By John Holyoke, BDN Staff
Bangor Daily News news story
In the nine months since the official designation of Katahdin Woods and Waters National Monument, Lucas St. Clair said the emotional climate in that part of the state has changed quite a bit.
St. Clair, who oversaw the monument formation effort on behalf of his mother, landowner Roxanne Quimby, said the reaction by local residents has been welcome.
“I’ve been blown away,” St. Clair said. “Obviously, there’s a lot of controversy, and we fought a lot of battles with folks on all different sides of this. Some worried about too many people coming, and some people thought nobody was going to come. Some people thought it was going to ruin the forest products industry, and other people thought it was going to be the greatest thing to ever happen to the region.”
The arguments about the proposed national monument were divisive, with people on both sides of the issue often living in the same household, he said.
“The thing that has happened since the designation — and this is the thing that I have such respect for, for the people of the region — yeah, it was a fight. But the fight’s over, and the reality is now we’ve got something that we can try to take advantage of.”
It didn’t take long for people in the Katahdin region to reach out to St. Clair after the official designation was made by President Barack Obama in August.
Those people delivered a forceful message to St. Clair: You won. Now get to work.
“A lot of people that were opposed to the national monument called me immediately after the monument was established and said, ‘Alright. You said this was going to be a good thing for our region, so you’d better stick with it. You’d better stay and help and make sure that we’re actually able to capitalize on the things we want to capitalize on,” St. Clair said. “‘And that hunting is still allowed, and fishing is still allowed, and snowmobiling is still allowed.’”
St. Clair will talk about the monument and its future at the next installment of the BDN’s Dirigo Speaks series, which will be held Wednesday, June 7. The program will be held at the Bangor Public Library atrium at 6 p.m., and potential questions from BDN readers and attendees are being solicited. Information about question submissions can be found at the end of this story.
The Dirigo Speaks session will provide the chance for St. Clair to have a broad conversation about the monument and talk a bit about what’s happening on the monument lands.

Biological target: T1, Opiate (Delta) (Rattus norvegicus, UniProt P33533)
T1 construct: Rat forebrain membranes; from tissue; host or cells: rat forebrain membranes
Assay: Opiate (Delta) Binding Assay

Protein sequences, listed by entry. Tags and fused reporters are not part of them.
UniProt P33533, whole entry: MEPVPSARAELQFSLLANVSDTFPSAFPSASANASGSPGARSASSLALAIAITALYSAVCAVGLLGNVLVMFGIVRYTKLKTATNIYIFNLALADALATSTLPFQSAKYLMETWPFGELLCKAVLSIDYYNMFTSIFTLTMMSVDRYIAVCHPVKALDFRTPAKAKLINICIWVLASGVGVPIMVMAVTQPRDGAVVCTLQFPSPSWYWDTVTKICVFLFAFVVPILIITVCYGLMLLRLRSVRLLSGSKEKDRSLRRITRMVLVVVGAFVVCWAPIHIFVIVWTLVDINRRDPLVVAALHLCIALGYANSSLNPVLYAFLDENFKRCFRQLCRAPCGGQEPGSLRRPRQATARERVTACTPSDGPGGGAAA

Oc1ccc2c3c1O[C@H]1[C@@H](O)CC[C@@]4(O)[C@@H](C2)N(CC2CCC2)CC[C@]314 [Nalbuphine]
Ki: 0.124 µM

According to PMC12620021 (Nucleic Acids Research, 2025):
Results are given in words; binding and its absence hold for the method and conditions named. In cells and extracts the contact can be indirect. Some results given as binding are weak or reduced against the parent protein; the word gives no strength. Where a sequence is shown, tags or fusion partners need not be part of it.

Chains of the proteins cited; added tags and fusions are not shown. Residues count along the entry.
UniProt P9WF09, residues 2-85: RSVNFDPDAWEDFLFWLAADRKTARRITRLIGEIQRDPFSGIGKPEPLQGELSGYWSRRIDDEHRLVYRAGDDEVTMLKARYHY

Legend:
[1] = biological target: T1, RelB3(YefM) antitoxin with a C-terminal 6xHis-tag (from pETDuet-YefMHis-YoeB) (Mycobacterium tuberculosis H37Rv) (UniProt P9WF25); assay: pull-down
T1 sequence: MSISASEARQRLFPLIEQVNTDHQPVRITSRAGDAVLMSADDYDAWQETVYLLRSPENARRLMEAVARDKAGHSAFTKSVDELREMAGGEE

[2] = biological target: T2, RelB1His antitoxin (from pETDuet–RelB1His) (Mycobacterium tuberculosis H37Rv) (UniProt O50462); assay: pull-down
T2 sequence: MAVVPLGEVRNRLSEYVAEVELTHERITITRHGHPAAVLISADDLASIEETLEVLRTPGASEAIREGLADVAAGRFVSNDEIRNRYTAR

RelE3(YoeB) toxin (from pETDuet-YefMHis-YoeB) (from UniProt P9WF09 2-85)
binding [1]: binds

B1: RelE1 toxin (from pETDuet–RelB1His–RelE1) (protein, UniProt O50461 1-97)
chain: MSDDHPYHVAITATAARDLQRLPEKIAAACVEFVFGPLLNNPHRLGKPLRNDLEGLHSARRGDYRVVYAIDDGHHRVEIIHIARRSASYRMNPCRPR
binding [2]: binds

“A lot of [our focus] is getting infrastructure in place,” St. Clair said. “We have trail crews that are going to be working this summer and fall, maintaining the trails that we have and building new trails. [We’ll be] keeping up on the general maintenance of the roads. As you know, they’re dirt roads in a relatively remote place. There’s going to be increased traffic, so keeping up with the road maintenance is going to be a high priority.”
St. Clair said that Elliotsville Plantation Inc., through a $20 million endowment, is funding much of the infrastructure work and is in close contact with the National Park Service while identifying projects to target.
“We’ve also started a Friends of Katahdin Woods and Waters, and that friends group is working to promote the park and do projects,” St. Clair said. “Our first project is going to be [focused] on signage on the loop road, and interpretive sites along the loop road.”
In recent weeks, the Trump administration has announced plans to review many national monuments, and some fear that Katahdin Woods and Waters could have its status as a monument stripped. Maine Gov. Paul LePage also has announced that while the monument is being reviewed, he won’t allow the placement of tourist information signs about the monument to be placed on state roadways.
Despite those recent challenges, St. Clair is looking forward and is encouraged by what he’s seeing.
“[There is] a pretty common theme that’s emerged after the past several months of people starting to see the benefits. And it didn’t take long for people to start showing up,” St. Clair said.
Now that he’s not spending most of his time trying to convince people to support a national monument designation, he’s able to focus on the bigger picture and the role the monument will play in creating a potentially rejuvenated region.
“I really want to start thinking about the rural economy of northern Maine and how the Katahdin region is a microcosm for that,” St. Clair said.